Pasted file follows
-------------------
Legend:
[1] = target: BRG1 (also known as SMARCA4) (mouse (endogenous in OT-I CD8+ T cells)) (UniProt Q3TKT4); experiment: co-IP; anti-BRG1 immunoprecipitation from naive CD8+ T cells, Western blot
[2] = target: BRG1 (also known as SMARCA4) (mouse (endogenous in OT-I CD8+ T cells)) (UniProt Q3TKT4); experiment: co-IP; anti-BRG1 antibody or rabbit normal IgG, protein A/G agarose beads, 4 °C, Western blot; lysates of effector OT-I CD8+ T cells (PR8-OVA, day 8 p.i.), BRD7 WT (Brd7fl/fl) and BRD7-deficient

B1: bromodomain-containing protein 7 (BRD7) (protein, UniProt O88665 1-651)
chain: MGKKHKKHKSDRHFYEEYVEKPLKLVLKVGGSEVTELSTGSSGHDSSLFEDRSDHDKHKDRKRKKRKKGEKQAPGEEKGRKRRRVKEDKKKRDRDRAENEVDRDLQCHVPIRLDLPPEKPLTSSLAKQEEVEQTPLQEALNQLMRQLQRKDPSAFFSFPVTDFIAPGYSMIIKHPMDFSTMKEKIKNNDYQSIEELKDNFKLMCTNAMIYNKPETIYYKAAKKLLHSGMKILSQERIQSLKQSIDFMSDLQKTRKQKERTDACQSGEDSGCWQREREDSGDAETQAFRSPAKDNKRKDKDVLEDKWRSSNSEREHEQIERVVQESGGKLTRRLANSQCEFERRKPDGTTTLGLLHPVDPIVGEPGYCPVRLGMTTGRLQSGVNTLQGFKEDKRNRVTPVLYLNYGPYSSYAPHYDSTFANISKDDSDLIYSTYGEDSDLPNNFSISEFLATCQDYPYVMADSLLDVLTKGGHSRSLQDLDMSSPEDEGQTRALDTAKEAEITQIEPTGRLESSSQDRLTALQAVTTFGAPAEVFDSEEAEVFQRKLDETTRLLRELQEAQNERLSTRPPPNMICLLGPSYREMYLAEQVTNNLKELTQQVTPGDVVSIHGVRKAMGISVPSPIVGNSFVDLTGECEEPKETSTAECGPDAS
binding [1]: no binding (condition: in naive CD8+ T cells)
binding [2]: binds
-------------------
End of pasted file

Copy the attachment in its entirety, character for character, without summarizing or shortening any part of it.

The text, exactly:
Legend:
[1] = target: BRG1 (also known as SMARCA4) (mouse (endogenous in OT-I CD8+ T cells)) (UniProt Q3TKT4); experiment: co-IP; anti-BRG1 immunoprecipitation from naive CD8+ T cells, Western blot
[2] = target: BRG1 (also known as SMARCA4) (mouse (endogenous in OT-I CD8+ T cells)) (UniProt Q3TKT4); experiment: co-IP; anti-BRG1 antibody or rabbit normal IgG, protein A/G agarose beads, 4 °C, Western blot; lysates of effector OT-I CD8+ T cells (PR8-OVA, day 8 p.i.), BRD7 WT (Brd7fl/fl) and BRD7-deficient

B1: bromodomain-containing protein 7 (BRD7) (protein, UniProt O88665 1-651)
chain: MGKKHKKHKSDRHFYEEYVEKPLKLVLKVGGSEVTELSTGSSGHDSSLFEDRSDHDKHKDRKRKKRKKGEKQAPGEEKGRKRRRVKEDKKKRDRDRAENEVDRDLQCHVPIRLDLPPEKPLTSSLAKQEEVEQTPLQEALNQLMRQLQRKDPSAFFSFPVTDFIAPGYSMIIKHPMDFSTMKEKIKNNDYQSIEELKDNFKLMCTNAMIYNKPETIYYKAAKKLLHSGMKILSQERIQSLKQSIDFMSDLQKTRKQKERTDACQSGEDSGCWQREREDSGDAETQAFRSPAKDNKRKDKDVLEDKWRSSNSEREHEQIERVVQESGGKLTRRLANSQCEFERRKPDGTTTLGLLHPVDPIVGEPGYCPVRLGMTTGRLQSGVNTLQGFKEDKRNRVTPVLYLNYGPYSSYAPHYDSTFANISKDDSDLIYSTYGEDSDLPNNFSISEFLATCQDYPYVMADSLLDVLTKGGHSRSLQDLDMSSPEDEGQTRALDTAKEAEITQIEPTGRLESSSQDRLTALQAVTTFGAPAEVFDSEEAEVFQRKLDETTRLLRELQEAQNERLSTRPPPNMICLLGPSYREMYLAEQVTNNLKELTQQVTPGDVVSIHGVRKAMGISVPSPIVGNSFVDLTGECEEPKETSTAECGPDAS
binding [1]: no binding (condition: in naive CD8+ T cells)
binding [2]: binds